Today, Pepsi is the is #30 of the World's Most Valuable Brands.16
Crystal Pepsi was a clear, caffeine-free cola with similar taste to the original Pepsi, lacking in preservatives and artificial colors. Crystal Pepsi wanted to attract and target the healthyconscious consumers and tap into the 90s trend of clarity and pureness, by removing the typical caramel color of colas although the drink was still loaded with high fructose corn syrup. The main ideas and explanations behind the launch of Crystal Pepsi were its strong competitive environment and Pepsi’s aim to shift consumer taste towards healthier lifestyle17.
PepsiCo invested millions of dollars and spent 15 months in finding the right formula to produce this whole new product. It was tested with a limited run, in a limited market and performed quite well. Then in April 1992 was launched.
They have great expectations for this brand-new product which was expected to reach more than 2% of the $47 billion US soft drinks market only in the first year, plus an estimated $40 million in advertising support, including the Super Bowl in 1993.18
The reality, though, was different. According to the data service Beverage Digest, Crystal Pepsi reached “only” the 0.5% of the US soft drinks market.19 The product, in fact, initially grabbed the attention but couldn’t keep the interest of the customers after the initial marketing fad. Pepsi pulled the drink off the market by fall 1993 and the final batches were delivered to retailers during the first few months of 1994.
Through its colorless formula, Crystal Pepsi wanted to target the health-conscious consumers but with its 130 calories in a 12-ounce serving, it couldn’t provide the image of a healthier and distinctive soft-drink and failed to meet consumers’ needs and wants.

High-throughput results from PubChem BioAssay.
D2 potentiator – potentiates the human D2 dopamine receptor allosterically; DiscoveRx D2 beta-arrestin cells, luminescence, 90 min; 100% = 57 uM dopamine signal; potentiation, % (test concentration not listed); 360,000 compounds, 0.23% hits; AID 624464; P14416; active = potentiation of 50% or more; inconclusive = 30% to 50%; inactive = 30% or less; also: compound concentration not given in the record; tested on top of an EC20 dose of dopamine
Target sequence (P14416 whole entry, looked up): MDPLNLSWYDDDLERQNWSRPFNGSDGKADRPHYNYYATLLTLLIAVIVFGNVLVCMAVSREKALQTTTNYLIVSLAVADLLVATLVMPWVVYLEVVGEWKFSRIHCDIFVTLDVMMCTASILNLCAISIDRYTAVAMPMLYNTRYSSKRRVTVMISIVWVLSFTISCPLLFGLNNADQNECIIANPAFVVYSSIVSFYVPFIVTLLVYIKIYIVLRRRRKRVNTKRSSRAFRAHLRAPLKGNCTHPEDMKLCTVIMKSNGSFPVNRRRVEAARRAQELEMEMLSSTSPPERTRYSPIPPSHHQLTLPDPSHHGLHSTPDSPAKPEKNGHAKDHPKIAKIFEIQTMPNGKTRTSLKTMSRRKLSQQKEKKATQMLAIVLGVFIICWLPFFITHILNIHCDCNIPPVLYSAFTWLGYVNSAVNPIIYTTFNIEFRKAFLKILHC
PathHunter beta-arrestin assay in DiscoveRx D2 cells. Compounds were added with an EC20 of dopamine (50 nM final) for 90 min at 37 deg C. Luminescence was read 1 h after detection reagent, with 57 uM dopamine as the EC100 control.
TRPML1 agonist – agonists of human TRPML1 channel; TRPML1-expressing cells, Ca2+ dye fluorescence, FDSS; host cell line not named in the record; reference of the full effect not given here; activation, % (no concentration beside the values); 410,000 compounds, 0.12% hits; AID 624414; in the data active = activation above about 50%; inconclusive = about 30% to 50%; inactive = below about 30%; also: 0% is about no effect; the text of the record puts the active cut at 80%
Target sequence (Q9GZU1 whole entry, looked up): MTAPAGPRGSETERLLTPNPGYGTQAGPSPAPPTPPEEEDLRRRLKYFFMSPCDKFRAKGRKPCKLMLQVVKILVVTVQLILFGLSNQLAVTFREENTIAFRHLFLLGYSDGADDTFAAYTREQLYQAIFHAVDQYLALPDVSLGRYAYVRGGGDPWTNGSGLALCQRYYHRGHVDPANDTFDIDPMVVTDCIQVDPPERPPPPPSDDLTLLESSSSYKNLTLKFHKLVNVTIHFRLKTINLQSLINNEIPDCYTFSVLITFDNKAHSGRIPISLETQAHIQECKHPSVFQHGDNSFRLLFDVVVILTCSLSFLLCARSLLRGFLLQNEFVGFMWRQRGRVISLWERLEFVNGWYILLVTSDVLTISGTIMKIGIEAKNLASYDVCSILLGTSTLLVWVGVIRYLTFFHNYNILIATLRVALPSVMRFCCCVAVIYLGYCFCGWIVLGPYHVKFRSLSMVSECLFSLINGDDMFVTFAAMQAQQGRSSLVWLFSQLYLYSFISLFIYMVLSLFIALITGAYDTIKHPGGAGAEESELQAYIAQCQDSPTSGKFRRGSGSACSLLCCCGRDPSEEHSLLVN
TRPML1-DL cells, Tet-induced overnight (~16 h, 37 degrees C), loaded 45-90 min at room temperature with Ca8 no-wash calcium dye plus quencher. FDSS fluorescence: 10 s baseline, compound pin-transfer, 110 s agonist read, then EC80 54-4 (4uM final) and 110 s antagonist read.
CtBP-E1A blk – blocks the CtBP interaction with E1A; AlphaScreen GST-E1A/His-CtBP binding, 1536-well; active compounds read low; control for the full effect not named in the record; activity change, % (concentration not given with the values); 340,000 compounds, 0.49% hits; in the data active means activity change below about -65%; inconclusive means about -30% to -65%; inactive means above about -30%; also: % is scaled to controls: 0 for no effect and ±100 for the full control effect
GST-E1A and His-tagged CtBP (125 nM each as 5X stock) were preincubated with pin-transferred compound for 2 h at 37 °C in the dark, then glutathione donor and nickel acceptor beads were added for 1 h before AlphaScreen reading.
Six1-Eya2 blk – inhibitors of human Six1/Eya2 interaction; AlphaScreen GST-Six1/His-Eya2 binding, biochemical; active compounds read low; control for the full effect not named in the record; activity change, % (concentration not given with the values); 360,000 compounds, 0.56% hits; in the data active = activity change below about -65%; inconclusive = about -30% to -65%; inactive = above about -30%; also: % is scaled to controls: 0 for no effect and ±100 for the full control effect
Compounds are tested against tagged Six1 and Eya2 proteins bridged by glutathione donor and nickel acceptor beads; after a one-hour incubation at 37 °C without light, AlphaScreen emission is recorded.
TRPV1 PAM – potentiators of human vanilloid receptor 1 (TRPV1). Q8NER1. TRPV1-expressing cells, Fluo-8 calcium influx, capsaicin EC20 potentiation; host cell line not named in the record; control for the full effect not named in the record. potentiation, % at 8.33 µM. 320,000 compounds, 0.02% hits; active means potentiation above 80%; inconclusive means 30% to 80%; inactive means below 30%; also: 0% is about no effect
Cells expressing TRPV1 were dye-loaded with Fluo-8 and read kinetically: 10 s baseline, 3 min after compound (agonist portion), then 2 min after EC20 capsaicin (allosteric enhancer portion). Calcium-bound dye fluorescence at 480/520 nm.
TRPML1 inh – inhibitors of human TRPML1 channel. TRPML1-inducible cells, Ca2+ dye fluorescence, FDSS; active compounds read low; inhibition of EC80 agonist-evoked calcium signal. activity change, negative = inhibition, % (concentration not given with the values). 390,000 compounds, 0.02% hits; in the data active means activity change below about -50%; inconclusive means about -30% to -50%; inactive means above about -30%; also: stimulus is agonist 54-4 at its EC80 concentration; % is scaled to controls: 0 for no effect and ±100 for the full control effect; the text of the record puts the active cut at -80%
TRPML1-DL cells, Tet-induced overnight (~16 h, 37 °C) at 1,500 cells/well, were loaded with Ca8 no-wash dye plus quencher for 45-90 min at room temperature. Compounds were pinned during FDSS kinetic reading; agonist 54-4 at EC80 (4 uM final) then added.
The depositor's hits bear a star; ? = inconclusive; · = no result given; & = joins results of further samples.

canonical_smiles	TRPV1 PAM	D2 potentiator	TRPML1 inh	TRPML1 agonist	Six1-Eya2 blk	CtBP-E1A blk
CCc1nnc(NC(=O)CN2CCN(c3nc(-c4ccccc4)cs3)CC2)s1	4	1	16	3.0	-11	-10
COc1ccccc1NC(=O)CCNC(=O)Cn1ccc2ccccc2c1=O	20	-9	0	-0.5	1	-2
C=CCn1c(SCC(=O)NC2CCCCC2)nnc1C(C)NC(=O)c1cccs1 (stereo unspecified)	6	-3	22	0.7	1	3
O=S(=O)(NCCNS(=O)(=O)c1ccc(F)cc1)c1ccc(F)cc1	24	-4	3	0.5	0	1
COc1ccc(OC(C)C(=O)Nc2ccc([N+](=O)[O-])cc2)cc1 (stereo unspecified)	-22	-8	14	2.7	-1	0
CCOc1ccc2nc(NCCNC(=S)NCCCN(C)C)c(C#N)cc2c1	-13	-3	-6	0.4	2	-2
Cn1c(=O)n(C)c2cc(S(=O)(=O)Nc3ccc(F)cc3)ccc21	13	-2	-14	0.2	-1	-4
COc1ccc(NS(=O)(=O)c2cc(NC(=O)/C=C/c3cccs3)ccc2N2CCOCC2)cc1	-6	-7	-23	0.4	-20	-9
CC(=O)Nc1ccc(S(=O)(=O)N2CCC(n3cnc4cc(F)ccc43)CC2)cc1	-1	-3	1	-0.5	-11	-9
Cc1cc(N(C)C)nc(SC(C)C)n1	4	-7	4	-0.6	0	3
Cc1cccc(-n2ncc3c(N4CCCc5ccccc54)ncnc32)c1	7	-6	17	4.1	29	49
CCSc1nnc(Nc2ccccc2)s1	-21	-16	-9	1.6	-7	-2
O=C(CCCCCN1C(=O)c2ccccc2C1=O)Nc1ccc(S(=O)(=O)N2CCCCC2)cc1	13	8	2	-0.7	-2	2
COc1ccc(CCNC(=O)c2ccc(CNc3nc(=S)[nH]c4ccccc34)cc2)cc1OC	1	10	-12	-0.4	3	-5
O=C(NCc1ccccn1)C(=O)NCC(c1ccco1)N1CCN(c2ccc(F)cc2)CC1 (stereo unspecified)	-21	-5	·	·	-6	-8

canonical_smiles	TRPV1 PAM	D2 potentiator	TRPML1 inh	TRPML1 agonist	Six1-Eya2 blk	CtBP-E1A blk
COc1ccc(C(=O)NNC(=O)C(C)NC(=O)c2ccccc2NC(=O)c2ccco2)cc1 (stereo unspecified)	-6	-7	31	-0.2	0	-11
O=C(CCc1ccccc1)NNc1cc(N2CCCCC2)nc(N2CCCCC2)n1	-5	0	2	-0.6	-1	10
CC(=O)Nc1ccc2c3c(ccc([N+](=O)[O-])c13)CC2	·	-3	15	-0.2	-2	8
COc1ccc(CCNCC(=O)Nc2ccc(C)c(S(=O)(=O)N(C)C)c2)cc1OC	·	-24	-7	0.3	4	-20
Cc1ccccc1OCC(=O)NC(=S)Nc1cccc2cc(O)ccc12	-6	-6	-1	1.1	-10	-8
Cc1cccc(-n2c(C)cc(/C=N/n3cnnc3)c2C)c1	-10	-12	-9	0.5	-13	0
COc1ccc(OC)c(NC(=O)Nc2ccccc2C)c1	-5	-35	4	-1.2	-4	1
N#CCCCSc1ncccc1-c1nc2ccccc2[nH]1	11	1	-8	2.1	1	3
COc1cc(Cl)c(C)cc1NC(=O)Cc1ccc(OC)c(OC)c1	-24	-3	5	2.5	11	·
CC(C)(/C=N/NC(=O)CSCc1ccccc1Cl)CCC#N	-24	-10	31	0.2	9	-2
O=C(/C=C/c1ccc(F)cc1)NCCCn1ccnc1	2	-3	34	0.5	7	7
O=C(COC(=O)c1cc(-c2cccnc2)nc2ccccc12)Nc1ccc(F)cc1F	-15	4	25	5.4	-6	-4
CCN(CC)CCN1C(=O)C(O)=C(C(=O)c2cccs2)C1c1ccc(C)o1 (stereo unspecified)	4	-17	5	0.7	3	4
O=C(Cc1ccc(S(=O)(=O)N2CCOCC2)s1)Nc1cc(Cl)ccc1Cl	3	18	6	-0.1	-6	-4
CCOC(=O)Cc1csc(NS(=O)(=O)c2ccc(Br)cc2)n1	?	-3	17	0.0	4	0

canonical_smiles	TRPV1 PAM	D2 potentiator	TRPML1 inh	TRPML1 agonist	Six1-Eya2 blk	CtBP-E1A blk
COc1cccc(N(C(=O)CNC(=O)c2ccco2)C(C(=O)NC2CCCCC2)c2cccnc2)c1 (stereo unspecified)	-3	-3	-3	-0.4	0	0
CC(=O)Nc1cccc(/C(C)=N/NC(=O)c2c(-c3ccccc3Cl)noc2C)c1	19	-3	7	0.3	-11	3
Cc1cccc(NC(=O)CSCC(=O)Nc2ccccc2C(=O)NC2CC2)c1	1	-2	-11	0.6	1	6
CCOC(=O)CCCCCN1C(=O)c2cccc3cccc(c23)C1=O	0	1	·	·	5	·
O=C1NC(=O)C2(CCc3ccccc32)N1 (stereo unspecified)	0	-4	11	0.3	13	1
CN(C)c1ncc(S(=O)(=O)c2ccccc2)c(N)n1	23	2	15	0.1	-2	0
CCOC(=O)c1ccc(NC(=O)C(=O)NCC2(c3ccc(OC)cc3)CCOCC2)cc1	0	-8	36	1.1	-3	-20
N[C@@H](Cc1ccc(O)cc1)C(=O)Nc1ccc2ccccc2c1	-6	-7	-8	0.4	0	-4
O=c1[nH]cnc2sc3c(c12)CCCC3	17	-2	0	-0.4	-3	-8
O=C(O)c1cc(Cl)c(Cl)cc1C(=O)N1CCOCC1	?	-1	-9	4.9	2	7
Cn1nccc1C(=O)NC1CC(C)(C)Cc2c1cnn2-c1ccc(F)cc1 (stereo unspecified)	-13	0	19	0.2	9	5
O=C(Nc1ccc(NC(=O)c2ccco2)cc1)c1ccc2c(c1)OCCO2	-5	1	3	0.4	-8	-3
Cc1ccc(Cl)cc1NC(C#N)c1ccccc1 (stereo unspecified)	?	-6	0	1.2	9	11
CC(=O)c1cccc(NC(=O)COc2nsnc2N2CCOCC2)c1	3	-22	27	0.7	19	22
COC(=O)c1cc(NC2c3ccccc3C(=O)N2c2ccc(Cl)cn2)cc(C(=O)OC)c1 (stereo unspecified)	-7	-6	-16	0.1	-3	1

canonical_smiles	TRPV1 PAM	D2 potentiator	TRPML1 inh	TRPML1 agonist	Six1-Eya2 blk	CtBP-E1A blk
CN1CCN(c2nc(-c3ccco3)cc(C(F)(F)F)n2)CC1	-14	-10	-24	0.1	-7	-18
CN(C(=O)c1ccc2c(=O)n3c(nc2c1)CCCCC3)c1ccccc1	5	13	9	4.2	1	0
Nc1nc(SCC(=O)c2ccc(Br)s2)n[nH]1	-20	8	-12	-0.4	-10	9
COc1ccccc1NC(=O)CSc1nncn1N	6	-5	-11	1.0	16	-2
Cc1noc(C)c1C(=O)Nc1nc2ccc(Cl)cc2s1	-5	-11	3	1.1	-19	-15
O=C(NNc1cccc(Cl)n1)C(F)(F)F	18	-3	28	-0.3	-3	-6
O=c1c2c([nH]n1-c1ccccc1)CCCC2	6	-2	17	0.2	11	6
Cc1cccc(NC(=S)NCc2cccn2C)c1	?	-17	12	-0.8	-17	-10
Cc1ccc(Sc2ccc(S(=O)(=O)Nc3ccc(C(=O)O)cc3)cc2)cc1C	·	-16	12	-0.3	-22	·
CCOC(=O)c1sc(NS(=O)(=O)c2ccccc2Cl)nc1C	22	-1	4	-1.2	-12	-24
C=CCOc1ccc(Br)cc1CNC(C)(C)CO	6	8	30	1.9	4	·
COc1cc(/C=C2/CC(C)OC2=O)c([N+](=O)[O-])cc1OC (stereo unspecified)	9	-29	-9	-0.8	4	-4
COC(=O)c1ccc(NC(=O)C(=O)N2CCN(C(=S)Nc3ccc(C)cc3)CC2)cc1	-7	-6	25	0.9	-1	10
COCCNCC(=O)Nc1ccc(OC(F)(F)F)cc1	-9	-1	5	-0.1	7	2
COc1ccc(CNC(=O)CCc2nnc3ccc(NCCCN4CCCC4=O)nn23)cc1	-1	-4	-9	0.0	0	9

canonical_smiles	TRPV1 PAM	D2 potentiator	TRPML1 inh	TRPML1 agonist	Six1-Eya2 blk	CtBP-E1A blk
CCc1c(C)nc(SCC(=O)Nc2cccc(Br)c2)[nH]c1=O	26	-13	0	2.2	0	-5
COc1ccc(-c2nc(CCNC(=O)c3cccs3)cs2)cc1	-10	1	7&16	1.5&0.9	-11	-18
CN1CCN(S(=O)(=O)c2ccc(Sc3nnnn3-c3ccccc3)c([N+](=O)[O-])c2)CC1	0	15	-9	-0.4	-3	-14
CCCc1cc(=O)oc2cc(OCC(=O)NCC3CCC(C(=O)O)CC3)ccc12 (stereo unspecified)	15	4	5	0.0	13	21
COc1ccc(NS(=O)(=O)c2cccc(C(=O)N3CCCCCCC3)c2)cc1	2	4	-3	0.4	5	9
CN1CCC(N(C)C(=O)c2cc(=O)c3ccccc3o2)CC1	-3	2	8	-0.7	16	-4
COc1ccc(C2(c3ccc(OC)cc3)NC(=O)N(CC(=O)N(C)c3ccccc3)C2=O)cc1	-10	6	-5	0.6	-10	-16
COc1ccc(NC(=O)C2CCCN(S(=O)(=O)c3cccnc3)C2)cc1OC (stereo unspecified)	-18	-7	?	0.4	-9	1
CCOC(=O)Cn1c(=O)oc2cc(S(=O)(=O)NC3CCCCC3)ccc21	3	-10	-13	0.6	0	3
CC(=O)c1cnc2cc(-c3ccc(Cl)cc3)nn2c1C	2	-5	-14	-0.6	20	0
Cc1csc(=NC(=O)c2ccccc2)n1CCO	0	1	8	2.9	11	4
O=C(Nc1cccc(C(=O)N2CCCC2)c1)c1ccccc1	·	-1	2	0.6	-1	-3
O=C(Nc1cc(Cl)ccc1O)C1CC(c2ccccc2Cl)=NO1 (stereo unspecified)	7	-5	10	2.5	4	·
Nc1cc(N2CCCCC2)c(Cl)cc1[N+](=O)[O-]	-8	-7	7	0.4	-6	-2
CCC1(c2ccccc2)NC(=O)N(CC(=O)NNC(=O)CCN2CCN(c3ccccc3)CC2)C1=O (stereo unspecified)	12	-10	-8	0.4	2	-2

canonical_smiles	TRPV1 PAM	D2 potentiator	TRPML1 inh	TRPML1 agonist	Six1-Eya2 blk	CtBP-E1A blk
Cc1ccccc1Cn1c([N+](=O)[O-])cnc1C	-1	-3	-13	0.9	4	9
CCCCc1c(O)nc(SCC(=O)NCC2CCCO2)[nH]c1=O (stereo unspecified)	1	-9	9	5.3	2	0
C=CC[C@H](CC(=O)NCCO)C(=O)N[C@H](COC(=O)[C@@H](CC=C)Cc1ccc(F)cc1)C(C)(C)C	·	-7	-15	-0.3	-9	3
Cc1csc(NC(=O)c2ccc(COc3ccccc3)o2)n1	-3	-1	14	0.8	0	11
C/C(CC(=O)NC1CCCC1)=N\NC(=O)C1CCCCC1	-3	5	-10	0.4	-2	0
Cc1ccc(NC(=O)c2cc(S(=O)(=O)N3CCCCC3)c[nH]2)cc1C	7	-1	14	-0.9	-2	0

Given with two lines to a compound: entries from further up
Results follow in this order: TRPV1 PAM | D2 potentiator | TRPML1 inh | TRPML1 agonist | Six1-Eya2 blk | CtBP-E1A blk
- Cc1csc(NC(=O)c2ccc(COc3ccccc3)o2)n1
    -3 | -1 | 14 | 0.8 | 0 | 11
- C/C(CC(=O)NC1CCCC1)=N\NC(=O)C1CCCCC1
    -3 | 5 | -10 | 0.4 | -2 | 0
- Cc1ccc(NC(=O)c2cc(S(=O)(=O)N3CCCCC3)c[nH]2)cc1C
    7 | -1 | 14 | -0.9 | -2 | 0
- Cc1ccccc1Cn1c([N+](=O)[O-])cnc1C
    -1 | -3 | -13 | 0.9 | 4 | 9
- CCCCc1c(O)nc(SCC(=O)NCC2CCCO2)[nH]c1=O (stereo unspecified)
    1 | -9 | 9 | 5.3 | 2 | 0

Right after Crystal Pepsi’s launch consumers couldn’t resist to taste this new concept of clear cola and really enjoyed trying it. Pepsi believed to have created a new niche for the cola market by simply creating a colorless cola with a different taste. It was stressing the fact that Crystal Pepsi was produced by a different formula from the regular Pepsi but after blind taste tests most consumers couldn’t really detect which one was which20. Although initial sales were promising, (around $470 million in the first year), they were mostly more out of curiosity than anything else.21 In fact, repeat purchasers have been minimal due to the fast decline of the clear cola trend. The product was only a fad of the moment and consumers soon realized they couldn’t find any point of difference or benefits compared to other regular colas besides the difference in color.
While other colorless sodas like 7UP and Sprite had a citrus or lemon flavor, Crystal Pepsi was similar in taste to the original Pepsi and customers were not sure how Crystal Pepsi was supposed to taste.
By removing the caramel color Crystal Pepsi was aiming to target those consumers who wanted to avoid the additives in dark soda and to be considered an healthier version of the dark colas.22 Instead, those seeking healthy beverages were more likely to prefer bottled waters. Probably the colorless drink would have been taken into consideration by the healthy-conscious segment if there was the addition of proteins and vitamins.
The reality is that Crystal Pepsi failed to meet the expectations of its target market.
The importance of color
Color isn’t only a visual element, it taps into feelings, emotions and psychological aspects of the humans and by analyzing the way we react to it in certain circumstances we realize how powerful could be if used in marketing and advertising. Choosing a color for a product, logo or brand is not something random or based on preferences and trends.
For instance, when we think of a cola, we tend to think of a caramel color drink. When Pepsi created a colorless cola, following the fad of clear products, consumers were floored and “had a bad time accepting the idea of a clear cola“23 . Doug Ivester, president of Coca-Cola's North American soft drink business, declared that attaching the Coke name to a clear beverage was never a possibility. "Clear Coke is an oxymoron," he said.24 In fact, blind taste tests revealed that consumers preferred to drink Crystal Pepsi only with their eyes closed because they couldn’t see they were drinking a clear cola. This means that the color, indeed, can play an integral part in the success of a product25 and shows why consumers showed little interest for clear beverages in general.